The 19th Annual Crawfish festival took place in
Long Beach on the weekend of July 28th and 29th. This annual festival caters in Crawfish and
gives it a Cajun spice to continue the Louisiana tradition. Crawfish festivals are huge in New Orleans
and Louisiana, and Long Beach’s festival is the largest festival on the west
What exactly is a crawfish?
My favorite definition comes from http://www.crawdads.net/feed/what/index.htm:
“Crawfish are freshwater
crustaceans closely related to the lobster. They are known also by other names
such as crayfish, crawdads, red claw, and mudbugs (they don't eat mud, they
just live in it sometimes and they are not bugs). Crawfish are crustaceans –
they have a shell and five pairs of legs. As they grow, they molt their shells
and grow new ones. Crawfish are sold for consumption, for bait and for pets.”
For admission into the festival you do pay 13 dollars if you
buy your tickets in advance or print off a 2 dollar off coupon, and if you want
a feast you can pay the 28 dollar price which includes 2 lbs. of Crawfish and
admission. Your plate is covered in
crawfish, with a little bit of potatoes and a slice of corn.
For my first experience with eating crawfish, this was the
way to enjoy it. The people of Bristol
Farms catered the crawfish themselves and helped serve it up, and let me tell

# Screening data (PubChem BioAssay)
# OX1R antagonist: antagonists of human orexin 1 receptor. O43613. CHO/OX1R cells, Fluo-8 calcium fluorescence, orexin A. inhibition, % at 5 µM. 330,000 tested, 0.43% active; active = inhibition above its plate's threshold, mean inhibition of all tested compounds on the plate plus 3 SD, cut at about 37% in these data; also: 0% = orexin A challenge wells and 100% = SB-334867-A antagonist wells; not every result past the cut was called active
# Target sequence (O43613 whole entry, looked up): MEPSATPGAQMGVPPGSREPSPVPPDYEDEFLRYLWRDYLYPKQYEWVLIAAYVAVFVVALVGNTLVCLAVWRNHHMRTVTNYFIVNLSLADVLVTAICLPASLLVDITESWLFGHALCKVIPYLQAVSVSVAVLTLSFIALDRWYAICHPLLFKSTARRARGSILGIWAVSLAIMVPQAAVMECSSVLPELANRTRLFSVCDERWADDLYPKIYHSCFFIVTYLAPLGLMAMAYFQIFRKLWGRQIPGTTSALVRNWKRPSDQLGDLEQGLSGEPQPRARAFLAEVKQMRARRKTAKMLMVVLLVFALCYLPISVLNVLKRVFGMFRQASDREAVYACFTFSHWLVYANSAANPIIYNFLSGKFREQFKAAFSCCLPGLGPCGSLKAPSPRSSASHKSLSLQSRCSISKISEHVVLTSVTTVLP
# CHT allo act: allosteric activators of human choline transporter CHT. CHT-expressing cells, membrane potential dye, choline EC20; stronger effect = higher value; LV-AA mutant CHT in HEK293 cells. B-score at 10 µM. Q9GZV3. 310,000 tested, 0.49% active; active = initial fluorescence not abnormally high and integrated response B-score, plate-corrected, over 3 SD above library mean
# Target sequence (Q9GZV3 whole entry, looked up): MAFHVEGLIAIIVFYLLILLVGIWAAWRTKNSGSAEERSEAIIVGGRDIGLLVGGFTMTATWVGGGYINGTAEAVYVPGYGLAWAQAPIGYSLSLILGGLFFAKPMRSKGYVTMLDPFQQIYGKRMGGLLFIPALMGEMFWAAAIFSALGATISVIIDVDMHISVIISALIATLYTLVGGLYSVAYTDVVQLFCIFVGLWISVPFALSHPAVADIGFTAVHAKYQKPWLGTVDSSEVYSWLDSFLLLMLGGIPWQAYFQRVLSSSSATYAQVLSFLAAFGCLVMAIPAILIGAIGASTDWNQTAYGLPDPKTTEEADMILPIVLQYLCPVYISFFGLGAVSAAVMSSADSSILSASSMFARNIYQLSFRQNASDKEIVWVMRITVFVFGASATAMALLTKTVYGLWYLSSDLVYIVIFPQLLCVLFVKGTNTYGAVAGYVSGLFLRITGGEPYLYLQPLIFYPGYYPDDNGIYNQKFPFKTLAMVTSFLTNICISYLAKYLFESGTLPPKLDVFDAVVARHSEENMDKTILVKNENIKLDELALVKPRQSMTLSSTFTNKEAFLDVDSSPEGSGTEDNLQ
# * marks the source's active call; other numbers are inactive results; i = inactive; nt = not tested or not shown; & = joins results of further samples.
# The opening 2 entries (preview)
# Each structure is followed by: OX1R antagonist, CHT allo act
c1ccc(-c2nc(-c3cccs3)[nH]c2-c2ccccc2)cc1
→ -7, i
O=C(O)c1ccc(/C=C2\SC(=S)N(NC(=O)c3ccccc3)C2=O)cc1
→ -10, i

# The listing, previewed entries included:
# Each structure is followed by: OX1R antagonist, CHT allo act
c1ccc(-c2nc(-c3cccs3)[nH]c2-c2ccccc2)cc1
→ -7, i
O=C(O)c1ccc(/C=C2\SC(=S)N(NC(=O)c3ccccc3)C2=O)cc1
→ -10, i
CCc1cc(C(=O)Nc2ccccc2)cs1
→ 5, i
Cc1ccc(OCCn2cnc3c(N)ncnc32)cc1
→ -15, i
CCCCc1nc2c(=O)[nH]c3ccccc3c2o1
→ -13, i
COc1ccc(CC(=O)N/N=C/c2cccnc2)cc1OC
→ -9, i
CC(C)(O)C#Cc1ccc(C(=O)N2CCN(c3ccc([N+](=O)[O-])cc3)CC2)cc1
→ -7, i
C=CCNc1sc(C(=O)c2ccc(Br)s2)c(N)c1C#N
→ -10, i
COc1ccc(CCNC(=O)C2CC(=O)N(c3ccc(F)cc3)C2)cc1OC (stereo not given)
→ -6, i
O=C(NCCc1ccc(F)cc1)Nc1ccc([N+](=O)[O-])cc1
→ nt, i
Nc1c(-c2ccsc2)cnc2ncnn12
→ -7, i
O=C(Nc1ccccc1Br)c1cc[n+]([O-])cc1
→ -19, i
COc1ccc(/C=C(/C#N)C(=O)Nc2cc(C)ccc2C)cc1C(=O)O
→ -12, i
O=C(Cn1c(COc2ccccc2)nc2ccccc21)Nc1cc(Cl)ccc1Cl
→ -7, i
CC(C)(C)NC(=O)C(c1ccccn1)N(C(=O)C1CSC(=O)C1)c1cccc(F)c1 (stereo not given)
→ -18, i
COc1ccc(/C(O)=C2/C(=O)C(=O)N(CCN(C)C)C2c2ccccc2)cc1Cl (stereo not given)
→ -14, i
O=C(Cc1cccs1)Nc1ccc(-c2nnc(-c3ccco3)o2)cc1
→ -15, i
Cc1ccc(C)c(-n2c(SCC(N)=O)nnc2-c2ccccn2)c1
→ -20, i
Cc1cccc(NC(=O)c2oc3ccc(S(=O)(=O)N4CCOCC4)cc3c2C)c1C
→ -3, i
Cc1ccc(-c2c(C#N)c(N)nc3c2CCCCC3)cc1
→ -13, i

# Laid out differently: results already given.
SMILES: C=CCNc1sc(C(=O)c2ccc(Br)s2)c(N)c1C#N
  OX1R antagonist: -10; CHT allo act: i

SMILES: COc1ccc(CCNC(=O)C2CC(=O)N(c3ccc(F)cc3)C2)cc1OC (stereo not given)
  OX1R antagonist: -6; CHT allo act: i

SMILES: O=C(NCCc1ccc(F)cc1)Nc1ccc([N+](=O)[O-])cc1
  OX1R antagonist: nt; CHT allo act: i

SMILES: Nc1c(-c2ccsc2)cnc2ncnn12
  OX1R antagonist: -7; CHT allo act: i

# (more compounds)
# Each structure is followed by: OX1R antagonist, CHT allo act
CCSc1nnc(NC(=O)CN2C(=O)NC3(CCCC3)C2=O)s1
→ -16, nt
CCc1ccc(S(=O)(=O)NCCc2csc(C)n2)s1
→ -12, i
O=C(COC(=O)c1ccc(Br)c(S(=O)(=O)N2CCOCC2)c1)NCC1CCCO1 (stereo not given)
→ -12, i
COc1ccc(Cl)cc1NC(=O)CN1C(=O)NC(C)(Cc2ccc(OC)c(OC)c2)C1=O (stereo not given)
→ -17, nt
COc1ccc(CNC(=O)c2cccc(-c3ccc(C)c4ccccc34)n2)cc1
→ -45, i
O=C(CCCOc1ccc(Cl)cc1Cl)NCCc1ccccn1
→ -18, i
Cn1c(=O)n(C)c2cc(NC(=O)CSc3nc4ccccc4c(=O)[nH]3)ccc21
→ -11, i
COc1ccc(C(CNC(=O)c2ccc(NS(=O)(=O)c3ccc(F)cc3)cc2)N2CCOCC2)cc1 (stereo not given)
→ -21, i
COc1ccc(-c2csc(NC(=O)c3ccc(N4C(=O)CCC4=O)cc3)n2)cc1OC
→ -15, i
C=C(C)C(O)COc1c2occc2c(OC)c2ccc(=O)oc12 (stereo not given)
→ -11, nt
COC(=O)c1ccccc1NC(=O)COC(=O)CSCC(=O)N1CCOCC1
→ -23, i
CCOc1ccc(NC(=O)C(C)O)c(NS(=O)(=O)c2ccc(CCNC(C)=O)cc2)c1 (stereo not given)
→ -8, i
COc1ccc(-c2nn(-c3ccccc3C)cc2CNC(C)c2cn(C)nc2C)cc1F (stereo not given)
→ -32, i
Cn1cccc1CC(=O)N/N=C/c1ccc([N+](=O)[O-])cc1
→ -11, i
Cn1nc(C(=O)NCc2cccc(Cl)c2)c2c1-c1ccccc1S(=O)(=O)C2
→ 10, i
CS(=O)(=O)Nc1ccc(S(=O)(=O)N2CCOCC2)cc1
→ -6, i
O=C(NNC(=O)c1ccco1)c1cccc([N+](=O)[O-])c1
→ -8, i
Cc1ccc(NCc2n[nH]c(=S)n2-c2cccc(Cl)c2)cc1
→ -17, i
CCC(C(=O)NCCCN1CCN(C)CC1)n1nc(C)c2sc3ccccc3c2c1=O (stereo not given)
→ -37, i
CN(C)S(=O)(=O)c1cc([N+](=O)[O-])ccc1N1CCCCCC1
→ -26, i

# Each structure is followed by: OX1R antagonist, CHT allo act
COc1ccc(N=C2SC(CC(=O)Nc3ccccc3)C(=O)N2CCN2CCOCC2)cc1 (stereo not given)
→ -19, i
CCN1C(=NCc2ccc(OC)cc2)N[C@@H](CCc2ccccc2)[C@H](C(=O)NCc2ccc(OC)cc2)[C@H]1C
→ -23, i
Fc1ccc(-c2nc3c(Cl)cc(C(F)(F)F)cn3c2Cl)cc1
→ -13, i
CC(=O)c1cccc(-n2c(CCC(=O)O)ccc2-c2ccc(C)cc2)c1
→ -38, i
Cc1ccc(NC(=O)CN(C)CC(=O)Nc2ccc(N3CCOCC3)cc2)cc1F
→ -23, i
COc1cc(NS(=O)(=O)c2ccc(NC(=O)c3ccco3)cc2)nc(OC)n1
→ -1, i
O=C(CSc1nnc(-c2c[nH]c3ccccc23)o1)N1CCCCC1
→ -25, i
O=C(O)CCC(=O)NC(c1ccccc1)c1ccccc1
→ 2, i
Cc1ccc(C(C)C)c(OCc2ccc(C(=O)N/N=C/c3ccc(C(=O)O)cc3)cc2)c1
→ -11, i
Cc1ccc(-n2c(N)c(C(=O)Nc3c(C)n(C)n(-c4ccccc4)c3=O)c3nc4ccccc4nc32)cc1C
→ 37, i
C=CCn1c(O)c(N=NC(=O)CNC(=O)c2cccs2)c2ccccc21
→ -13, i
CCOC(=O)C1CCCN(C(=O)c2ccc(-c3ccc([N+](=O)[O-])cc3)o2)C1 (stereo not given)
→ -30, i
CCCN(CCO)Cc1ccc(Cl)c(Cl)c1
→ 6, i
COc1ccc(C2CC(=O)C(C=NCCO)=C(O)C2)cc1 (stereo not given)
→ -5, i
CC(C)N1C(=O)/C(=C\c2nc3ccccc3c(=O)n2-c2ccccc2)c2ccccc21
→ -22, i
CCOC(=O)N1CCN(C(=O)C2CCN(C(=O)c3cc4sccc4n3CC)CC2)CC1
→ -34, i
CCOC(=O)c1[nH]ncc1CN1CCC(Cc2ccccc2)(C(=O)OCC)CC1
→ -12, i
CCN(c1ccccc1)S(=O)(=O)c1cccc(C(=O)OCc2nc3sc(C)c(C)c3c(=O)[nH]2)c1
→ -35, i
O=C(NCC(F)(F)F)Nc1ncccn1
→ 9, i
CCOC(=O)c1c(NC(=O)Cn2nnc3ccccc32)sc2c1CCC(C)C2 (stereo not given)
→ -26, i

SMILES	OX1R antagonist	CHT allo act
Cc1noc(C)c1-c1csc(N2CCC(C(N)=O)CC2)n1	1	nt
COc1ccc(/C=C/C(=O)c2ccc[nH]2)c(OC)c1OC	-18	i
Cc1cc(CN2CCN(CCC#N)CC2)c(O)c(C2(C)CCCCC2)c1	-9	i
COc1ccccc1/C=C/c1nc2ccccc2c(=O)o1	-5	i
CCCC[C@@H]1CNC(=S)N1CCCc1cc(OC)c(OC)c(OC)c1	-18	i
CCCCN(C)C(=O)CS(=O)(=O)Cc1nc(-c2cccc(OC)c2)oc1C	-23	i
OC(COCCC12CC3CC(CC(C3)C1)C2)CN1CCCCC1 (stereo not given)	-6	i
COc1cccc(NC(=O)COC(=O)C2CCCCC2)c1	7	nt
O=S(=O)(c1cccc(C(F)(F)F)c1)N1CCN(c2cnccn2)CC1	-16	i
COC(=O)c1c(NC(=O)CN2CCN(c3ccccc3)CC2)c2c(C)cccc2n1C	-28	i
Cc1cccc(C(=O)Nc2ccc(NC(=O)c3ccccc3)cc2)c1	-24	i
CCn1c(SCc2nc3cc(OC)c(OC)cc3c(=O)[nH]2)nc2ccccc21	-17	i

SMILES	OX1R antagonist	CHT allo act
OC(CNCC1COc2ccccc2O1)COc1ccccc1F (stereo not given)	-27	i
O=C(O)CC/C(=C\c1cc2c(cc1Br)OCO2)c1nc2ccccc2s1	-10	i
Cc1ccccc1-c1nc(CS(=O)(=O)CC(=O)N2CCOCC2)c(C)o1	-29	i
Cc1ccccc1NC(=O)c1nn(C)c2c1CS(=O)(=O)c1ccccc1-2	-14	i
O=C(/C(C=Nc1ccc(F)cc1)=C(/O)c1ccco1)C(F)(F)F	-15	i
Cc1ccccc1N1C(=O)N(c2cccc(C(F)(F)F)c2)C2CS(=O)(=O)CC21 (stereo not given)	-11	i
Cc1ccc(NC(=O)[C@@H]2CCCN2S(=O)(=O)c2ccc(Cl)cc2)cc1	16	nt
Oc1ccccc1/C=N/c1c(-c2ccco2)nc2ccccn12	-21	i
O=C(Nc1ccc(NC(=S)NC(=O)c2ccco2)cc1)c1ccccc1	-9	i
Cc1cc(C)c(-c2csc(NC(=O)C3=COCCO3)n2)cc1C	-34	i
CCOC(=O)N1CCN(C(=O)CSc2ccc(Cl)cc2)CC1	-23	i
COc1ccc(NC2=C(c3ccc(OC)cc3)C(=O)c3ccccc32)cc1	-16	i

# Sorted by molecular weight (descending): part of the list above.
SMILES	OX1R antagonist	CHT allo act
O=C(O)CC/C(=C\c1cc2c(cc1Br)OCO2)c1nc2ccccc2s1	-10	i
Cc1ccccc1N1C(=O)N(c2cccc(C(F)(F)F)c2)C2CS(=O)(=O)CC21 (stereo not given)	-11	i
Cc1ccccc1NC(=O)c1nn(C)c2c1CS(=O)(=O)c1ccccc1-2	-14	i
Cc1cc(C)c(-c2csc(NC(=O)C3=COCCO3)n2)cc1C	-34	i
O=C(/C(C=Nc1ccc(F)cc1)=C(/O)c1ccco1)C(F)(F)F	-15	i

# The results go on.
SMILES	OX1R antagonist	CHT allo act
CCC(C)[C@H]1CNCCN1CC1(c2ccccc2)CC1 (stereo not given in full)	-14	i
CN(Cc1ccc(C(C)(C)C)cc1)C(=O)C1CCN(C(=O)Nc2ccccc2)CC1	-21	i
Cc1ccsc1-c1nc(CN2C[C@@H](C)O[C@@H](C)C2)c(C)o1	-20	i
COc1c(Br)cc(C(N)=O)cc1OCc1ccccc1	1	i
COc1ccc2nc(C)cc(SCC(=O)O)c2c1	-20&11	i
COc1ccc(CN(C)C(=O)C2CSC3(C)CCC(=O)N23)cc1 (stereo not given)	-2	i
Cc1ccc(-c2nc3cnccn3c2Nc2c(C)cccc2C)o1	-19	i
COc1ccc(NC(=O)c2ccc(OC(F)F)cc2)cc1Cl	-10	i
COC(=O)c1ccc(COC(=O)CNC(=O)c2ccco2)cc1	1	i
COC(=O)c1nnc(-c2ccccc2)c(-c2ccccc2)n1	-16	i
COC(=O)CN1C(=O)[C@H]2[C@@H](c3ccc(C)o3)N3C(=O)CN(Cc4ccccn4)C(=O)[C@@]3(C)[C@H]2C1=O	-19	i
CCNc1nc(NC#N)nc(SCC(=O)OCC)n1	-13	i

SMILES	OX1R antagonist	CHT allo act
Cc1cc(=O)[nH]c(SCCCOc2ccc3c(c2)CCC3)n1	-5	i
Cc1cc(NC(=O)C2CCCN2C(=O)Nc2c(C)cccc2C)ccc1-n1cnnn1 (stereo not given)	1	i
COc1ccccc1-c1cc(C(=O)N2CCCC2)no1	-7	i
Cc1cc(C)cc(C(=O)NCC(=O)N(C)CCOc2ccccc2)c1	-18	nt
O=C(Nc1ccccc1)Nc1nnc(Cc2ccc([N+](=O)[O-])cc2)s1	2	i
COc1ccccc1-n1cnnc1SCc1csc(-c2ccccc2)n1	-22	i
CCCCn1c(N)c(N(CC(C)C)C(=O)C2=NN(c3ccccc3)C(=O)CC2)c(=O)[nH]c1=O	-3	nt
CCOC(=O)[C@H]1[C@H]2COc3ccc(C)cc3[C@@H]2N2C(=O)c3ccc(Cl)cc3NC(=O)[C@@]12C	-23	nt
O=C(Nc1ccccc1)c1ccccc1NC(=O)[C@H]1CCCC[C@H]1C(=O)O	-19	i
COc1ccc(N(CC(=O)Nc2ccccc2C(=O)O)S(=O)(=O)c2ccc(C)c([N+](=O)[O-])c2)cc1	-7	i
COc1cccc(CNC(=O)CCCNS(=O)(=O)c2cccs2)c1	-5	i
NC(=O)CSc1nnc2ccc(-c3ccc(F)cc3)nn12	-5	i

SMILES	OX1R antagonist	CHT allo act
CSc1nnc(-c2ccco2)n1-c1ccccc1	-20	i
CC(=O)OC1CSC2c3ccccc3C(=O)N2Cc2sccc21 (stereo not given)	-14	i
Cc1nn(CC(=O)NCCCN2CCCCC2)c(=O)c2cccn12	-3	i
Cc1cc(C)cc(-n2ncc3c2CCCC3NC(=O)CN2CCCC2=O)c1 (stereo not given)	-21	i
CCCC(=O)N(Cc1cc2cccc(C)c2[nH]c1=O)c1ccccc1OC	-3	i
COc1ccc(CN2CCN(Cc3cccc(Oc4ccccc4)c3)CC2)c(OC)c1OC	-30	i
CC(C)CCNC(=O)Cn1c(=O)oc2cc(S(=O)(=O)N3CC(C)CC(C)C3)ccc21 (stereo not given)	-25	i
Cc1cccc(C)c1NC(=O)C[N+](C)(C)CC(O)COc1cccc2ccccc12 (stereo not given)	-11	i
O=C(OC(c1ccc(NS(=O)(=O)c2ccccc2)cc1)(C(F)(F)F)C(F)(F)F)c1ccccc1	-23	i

you, it was fun just watching them serve the crawfish on the plates given to
When I got my heaping of crawfish we soon found a table to
begin shelling our crawfish. I had no
idea where to begin. The person that
came with me showed me how you broke the tail off and began to shell off the tail,
and then you ate the tasty meat inside.
My first reaction?
“My oh my, this is really salty.”
But then we soon realized it was because of the Cajun spices in which
all the salt and kick from the crawfish came from. By the end of the plate I had become a pro at
shelling my crawfish, and eating the tasty delights inside. And let me tell, it was a good half hour of
work, but for me, it was worth it.
The really confusing part about the festival for me was the
drink ticket station. You look up and
you see a big sign that says “drink tickets.”
For me, I thought these tickets were needed for all the booths, but I
learned soon, and fast, that it was only for the designated “Bar” station. They do not hand back refunds on the drink
tickets either, so in the future, make sure to only buy the drink tickets if
you’re looking for beer, the screaming crawfish, which is their signature
drink, or a margarita.
If you’re not a fan of crawfish, have no worries, there are
a variety of other food vendors that take on the New Orleans inspired theme
from catfish to BBQ lobster to chicken kabobs.
There’s something for everyone including tradition festival food such as
smoothies, lemonades, and funnel cakes.
The festival also brought a variety of vendors from hats, to
jewelry, to massages, to even being able to take your own New Orleans inspired
photo at the Crawfish festival. I must
say, I was quite pleased with the hat I took home with me.
And, of course, the
entertainment. Performers took to the
stage performing zydeco music which is Cajun, and a huge Louisiana
tradition. Throughout the day there were
dance lessons given out, magic shows performed by Kerry Ross, and even a dance
It was a fun filled day of entertainment, food, and
fun. The Rainbow Lagoon was right next
to the Hyatt off of Shoreline Drive in Long Beach, and people could even rent
paddle boats and float around the pond as the music ebbed around them.